When it comes to the Affordable Care Act (aka “Obamacare”) I stick to the simple philosophy I have with most anything — “If the truth about it is so terrible, why is there a need to lie? Shouldn’t the truth be enough?” And I’ve never used that phrase as much as I have when talking about Republicans and their blatant slandering of the health care law passed in 2010.
Their deliberate lies about “Obamacare” tell me two things:
- They’re terrified of the law working and are willing to say or do anything they can to make people terrified of it.
- They know absolutely nothing about the law and have simply bought into their own right-wing rhetoric and propaganda.
Because almost every talking point my right-wing friends mention about the Affordable Care Act is completely false.
One of those lies being that Democrats knew the bill was terrible, therefore allowed members of Congress to be exempt from the law.
Now, when someone lies there’s two ways you can look at it. Either they were simply misinformed and misspoke, or they blatantly lied to deceive someone or a group of people. If the lie is a simple statement, one could argue the person who said it was simply misinformed. But when it’s detailed and elaborate it’s often a purposeful lie said specifically for deception.
Ted Cruz’s comments were a blatant lie:
“President Obama just granted all of Congress an exception. And he did it because Harry Reid and the Senate Democrats who passed this thing came begging and said, ‘Please, please, please let us out of Obamacare.’ This thing ain’t working.”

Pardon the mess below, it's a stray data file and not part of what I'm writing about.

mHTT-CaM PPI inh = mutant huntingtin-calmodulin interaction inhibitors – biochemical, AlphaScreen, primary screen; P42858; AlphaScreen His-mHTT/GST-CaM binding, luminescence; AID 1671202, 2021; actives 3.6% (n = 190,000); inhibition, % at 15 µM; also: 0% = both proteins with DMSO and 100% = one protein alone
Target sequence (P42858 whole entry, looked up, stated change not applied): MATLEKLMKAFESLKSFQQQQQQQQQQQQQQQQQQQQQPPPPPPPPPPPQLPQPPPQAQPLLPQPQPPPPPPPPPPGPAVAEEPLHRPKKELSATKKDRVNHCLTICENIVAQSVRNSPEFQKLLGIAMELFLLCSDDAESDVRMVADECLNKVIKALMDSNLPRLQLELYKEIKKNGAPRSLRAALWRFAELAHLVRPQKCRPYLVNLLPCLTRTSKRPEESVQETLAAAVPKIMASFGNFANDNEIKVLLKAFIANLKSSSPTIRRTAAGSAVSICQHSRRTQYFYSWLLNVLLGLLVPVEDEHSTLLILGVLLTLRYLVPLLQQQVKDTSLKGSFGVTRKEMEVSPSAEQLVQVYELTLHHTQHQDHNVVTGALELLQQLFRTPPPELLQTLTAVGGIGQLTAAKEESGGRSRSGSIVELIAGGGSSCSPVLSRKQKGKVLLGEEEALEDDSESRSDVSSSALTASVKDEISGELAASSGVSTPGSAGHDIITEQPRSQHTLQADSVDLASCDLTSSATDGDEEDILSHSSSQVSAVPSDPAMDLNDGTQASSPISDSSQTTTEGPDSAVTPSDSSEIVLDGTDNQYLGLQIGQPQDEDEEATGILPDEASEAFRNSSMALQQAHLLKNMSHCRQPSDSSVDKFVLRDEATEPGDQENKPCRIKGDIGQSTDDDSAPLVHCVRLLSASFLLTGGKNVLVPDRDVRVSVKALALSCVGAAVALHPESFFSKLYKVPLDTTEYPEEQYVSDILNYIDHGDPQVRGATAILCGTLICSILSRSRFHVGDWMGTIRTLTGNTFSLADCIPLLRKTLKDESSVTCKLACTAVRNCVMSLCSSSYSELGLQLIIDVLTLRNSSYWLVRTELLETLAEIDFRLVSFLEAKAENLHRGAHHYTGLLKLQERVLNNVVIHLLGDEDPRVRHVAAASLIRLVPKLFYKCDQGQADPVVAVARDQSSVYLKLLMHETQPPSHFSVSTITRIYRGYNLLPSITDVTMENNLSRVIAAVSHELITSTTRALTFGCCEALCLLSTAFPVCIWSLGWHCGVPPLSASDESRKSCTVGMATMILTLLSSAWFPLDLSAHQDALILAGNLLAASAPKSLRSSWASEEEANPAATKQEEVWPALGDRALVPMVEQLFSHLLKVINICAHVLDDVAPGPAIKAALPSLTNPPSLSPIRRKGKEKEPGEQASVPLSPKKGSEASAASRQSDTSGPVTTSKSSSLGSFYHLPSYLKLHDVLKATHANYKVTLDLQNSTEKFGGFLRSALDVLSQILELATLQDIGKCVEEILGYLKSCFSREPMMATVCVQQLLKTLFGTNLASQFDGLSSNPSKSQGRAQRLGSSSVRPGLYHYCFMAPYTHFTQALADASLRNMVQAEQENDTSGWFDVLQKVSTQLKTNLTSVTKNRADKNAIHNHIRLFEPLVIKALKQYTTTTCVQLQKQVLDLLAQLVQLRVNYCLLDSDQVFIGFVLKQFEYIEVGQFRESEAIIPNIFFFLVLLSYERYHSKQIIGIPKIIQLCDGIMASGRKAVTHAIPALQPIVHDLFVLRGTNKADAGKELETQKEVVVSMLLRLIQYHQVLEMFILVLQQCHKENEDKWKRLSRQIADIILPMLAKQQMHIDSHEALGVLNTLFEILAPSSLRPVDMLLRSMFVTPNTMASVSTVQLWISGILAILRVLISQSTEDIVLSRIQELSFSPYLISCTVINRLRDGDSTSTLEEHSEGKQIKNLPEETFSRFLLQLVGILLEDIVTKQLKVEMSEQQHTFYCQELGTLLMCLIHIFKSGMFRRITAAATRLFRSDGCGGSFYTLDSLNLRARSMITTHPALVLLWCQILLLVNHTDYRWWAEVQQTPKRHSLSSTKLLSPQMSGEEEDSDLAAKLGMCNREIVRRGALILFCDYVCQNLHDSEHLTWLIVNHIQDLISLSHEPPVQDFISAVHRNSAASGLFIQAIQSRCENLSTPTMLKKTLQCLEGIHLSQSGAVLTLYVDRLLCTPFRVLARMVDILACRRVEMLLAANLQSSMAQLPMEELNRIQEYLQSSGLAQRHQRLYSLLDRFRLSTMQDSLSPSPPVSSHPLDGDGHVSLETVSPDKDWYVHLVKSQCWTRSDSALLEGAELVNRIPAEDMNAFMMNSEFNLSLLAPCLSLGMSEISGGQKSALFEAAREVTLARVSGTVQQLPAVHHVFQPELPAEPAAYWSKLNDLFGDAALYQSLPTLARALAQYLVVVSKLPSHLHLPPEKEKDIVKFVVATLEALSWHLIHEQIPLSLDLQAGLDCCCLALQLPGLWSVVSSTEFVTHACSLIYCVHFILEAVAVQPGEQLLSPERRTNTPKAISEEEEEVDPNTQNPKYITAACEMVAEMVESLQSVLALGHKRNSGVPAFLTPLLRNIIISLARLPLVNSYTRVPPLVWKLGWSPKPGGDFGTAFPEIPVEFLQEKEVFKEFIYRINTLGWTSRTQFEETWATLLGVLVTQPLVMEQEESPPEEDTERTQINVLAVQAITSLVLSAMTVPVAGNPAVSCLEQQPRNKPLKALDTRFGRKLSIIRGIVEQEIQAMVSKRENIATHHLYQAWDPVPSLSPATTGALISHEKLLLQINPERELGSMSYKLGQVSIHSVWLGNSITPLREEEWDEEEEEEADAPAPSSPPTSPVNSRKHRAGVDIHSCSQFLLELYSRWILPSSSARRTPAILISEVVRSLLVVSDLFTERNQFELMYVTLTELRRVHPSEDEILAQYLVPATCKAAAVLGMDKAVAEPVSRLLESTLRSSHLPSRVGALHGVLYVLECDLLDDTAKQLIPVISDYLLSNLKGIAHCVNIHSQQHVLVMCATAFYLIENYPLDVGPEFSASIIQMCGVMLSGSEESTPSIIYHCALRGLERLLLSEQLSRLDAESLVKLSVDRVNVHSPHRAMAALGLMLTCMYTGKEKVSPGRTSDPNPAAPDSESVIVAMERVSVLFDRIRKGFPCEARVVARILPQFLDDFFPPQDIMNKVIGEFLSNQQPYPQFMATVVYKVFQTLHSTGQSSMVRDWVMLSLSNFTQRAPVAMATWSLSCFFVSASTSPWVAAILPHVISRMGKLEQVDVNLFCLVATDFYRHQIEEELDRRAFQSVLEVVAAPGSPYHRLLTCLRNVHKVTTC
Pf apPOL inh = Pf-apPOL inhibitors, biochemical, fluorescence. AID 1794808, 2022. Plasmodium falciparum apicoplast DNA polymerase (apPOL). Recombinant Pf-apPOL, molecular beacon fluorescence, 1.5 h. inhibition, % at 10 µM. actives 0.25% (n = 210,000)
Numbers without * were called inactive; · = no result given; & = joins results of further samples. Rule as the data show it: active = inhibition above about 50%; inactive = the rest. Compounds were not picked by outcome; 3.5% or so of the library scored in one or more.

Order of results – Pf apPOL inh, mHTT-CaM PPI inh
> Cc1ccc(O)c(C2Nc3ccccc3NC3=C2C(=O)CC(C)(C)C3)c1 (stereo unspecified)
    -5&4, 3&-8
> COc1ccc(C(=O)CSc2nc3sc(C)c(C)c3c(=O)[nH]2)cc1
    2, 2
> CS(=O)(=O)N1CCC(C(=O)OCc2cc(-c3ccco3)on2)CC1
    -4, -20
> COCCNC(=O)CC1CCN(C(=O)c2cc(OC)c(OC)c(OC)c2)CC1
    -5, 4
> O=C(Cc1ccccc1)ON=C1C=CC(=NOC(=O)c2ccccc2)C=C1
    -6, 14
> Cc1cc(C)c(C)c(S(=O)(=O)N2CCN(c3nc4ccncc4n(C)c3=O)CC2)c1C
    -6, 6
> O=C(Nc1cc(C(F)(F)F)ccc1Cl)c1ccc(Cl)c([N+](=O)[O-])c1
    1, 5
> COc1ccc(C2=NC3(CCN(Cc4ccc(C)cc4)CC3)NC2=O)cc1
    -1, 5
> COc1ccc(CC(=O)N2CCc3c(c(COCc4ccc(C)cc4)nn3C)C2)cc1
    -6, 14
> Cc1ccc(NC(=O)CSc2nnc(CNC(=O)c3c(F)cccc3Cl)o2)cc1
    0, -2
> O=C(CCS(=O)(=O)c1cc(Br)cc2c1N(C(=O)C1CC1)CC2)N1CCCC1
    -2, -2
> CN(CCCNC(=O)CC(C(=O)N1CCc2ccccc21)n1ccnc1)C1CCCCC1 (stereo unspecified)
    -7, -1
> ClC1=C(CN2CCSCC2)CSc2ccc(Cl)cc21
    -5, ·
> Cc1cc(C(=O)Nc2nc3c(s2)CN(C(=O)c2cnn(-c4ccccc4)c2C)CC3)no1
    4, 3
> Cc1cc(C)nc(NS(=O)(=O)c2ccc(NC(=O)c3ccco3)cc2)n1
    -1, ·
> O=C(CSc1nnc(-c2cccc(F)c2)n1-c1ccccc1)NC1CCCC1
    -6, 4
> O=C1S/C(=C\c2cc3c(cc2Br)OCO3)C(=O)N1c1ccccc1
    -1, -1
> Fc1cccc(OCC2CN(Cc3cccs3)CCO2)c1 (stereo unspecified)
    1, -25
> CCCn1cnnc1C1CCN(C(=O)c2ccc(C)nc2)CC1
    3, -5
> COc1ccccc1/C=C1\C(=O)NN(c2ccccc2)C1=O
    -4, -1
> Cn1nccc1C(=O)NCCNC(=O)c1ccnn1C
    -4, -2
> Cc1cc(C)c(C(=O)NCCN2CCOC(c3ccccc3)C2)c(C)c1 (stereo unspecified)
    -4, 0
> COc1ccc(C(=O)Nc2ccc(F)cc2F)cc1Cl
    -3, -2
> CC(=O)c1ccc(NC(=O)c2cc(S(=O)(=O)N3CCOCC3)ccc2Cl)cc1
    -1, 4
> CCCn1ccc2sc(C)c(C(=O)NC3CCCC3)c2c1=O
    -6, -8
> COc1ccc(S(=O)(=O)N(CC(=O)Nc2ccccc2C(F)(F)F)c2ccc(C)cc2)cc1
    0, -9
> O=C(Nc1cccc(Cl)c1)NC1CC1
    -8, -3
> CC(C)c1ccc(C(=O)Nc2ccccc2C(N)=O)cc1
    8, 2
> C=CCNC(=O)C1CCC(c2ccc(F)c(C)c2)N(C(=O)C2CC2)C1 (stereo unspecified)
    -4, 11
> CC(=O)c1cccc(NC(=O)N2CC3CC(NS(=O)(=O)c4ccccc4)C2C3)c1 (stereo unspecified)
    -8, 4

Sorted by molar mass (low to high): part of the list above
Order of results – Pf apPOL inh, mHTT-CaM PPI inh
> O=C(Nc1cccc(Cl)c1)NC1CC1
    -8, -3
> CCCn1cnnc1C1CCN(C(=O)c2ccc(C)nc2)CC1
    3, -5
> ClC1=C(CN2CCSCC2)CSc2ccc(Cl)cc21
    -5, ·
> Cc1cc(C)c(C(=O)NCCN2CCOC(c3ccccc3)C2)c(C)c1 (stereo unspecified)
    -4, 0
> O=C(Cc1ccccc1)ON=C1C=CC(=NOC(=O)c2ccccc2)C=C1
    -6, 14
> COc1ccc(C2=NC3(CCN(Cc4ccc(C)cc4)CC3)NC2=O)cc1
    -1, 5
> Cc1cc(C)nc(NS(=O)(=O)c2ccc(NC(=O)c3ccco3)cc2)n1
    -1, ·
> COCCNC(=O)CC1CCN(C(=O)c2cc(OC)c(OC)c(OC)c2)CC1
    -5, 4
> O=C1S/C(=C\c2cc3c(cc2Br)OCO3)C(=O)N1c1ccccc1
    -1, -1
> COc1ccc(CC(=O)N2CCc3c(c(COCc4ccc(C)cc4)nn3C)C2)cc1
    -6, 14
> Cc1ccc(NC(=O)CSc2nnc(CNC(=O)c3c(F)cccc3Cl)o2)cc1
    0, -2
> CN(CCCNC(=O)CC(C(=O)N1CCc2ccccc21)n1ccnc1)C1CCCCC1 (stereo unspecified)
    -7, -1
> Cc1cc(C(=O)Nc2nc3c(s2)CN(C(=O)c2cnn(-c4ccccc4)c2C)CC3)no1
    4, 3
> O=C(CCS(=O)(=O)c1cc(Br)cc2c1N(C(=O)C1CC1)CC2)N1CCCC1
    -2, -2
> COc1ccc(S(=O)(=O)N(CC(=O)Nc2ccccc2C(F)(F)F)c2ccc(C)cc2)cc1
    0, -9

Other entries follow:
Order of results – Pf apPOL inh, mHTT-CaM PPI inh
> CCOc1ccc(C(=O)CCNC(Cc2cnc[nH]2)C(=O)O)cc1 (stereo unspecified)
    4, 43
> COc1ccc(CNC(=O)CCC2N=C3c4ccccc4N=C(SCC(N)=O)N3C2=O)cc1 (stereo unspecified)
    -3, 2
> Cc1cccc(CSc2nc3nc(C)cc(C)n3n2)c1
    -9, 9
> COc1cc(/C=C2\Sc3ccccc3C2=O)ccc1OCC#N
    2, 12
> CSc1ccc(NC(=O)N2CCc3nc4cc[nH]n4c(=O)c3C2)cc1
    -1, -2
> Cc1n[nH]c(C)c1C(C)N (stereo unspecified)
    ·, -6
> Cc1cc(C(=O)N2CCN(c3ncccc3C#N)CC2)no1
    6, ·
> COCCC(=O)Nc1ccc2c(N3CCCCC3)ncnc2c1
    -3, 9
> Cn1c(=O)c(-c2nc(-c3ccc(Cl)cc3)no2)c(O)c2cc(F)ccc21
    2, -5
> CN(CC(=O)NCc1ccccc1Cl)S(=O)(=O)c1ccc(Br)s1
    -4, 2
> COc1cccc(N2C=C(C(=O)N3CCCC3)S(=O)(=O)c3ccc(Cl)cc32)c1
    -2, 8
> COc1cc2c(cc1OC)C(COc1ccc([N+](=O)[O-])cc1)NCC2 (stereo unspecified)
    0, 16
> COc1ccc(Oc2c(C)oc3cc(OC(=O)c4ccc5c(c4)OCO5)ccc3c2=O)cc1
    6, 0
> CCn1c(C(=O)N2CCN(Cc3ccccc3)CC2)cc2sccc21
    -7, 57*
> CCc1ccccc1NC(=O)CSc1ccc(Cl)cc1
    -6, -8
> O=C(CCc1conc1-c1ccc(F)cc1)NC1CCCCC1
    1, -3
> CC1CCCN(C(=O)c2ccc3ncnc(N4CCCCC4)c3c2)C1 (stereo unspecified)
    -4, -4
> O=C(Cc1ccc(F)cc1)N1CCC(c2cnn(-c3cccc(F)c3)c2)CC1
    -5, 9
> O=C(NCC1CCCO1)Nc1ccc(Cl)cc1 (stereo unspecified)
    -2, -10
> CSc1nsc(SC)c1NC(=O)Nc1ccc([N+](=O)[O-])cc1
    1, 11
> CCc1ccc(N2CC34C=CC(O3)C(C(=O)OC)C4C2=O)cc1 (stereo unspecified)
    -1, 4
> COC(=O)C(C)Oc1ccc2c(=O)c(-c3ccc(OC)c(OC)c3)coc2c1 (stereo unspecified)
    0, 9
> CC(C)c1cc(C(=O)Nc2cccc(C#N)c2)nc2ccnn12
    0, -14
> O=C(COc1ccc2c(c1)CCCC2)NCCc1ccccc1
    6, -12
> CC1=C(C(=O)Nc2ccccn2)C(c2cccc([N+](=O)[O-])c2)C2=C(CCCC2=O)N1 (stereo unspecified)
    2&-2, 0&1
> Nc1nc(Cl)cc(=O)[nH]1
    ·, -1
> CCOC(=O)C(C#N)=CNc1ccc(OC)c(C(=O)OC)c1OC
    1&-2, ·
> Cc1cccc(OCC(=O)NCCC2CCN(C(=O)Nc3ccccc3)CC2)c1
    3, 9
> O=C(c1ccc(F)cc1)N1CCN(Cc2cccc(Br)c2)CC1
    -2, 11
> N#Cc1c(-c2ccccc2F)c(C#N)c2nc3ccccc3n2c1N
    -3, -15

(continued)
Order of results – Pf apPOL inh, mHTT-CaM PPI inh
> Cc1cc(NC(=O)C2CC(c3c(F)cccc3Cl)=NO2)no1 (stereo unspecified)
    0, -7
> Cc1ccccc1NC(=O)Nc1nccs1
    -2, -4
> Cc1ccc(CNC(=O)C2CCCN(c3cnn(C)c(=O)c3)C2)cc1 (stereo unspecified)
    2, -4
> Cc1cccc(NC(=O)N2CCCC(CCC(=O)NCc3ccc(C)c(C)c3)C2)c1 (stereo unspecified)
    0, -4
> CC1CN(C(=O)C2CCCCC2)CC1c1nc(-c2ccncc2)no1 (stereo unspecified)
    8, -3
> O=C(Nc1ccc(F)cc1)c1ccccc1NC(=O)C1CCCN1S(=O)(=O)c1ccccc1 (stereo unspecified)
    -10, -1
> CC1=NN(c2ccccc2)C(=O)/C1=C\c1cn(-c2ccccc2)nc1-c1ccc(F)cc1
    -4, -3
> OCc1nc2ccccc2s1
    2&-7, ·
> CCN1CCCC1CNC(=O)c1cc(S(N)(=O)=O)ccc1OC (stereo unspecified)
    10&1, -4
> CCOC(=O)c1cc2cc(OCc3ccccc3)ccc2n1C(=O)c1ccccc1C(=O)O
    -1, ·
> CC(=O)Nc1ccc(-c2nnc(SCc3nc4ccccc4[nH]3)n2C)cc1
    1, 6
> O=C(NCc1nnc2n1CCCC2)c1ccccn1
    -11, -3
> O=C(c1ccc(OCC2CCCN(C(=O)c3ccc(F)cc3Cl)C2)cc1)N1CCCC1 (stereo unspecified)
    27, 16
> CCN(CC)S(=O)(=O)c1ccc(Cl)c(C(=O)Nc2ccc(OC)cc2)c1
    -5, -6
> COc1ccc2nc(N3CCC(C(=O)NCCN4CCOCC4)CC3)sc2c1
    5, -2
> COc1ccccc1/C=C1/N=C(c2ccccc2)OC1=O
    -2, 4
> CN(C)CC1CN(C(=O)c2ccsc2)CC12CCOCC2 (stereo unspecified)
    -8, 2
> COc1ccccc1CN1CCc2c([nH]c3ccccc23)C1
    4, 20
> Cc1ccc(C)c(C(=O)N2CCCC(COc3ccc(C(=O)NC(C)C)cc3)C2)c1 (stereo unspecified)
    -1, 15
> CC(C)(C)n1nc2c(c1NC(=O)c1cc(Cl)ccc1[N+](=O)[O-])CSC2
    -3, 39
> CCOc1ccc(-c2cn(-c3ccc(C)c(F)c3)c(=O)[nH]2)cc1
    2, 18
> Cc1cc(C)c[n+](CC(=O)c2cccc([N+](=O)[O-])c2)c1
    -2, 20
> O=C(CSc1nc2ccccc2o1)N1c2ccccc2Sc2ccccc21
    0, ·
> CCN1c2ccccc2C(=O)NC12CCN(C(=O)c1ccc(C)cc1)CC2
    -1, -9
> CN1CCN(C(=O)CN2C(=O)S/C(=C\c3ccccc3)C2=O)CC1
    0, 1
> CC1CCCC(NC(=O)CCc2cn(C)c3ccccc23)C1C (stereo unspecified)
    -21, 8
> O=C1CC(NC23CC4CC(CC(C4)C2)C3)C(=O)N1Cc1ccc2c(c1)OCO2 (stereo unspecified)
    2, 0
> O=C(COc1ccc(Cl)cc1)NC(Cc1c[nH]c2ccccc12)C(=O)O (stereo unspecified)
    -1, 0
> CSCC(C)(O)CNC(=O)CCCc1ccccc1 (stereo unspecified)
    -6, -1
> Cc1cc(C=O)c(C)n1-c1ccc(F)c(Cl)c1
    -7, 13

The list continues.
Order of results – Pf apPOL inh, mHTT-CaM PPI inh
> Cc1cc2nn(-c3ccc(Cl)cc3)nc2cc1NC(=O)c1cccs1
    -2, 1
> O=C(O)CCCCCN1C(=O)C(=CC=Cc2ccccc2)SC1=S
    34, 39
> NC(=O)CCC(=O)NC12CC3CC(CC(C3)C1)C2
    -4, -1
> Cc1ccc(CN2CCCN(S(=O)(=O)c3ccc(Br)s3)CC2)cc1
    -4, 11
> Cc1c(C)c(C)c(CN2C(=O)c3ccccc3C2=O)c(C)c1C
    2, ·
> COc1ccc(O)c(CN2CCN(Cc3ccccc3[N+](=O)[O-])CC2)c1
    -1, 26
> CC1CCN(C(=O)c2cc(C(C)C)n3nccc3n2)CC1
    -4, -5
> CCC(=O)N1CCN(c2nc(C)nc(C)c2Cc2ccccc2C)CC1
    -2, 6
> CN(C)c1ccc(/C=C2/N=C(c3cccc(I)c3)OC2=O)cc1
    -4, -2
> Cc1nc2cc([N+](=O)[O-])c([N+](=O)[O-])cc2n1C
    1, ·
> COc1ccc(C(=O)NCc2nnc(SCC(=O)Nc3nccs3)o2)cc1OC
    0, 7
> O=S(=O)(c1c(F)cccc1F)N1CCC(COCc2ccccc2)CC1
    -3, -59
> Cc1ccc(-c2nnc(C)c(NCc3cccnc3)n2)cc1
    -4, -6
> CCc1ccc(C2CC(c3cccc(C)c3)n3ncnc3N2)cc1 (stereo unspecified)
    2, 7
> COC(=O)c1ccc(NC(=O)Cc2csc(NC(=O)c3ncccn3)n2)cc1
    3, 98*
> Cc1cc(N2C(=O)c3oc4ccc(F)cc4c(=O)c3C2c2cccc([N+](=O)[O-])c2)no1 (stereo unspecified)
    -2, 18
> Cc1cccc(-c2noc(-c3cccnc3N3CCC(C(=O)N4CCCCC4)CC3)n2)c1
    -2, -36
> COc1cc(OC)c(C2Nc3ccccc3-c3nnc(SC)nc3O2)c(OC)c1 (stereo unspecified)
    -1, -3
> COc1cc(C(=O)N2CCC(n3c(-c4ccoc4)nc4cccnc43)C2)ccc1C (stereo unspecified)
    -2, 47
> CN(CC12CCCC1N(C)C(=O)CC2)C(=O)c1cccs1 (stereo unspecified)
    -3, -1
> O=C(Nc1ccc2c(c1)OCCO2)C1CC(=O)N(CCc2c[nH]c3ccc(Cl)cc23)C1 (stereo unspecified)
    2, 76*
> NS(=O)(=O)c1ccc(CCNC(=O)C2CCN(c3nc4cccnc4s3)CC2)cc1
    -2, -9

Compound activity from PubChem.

First, if Harry Reid would have ever said something such as this—Cruz would have never known about it. Let alone this level of specificity.
Second, Congress isn’t exempt from the law. They will participate in the exchange just like everyone else.
In fact Republican Senator Chuck Grassley offered an amendment to the health care law in 2009 that specifically says members of Congress must purchase their insurance through the marketplaces—which was accepted by the Senate Finance Committee without a single objection.
Also lost in Cruz’s comments, which I’m sure he’s aware of, is the fact that many states (the states that want the Affordable Care Act to work, that is) are reporting marketplace premiums below what analysts had been predicting.
Not exactly what I’d call “the wheels coming off.”
So with Cruz’s comments about the Affordable Care Act and his depiction of Harry Reid’s comments to President Obama, he either displayed an incredible amount of ignorance about the law or, and this is much more likely, he flat out lied.
He pandered to a crowd which obviously wanted to hear how terrible the law is. He fed into the disdain those people had about Democrats, President Obama and all things liberal (disdain which has largely been based on lies perpetuated by conservatives) because he’s aiming for a 2016 presidential run, and he’s learned quickly you don’t get there without pandering to your base.
Then with the cartoonish way in which he described with outlandish detail how Harry Reid went about getting Congress exempt from the law, it only leads me to think that this man is a borderline, if not a complete sociopath.
Because it’s one thing to lie with a straight face (and let’s be honest, all politicians do it), but to act with such callous disregard for facts as to create an elaborate depiction of events Cruz knew never happened—that’s a whole other level of mental illness.
Unfortunately for people like Ted Cruz, reality doesn’t show bias. And individuals like him can only deny reality for so long.
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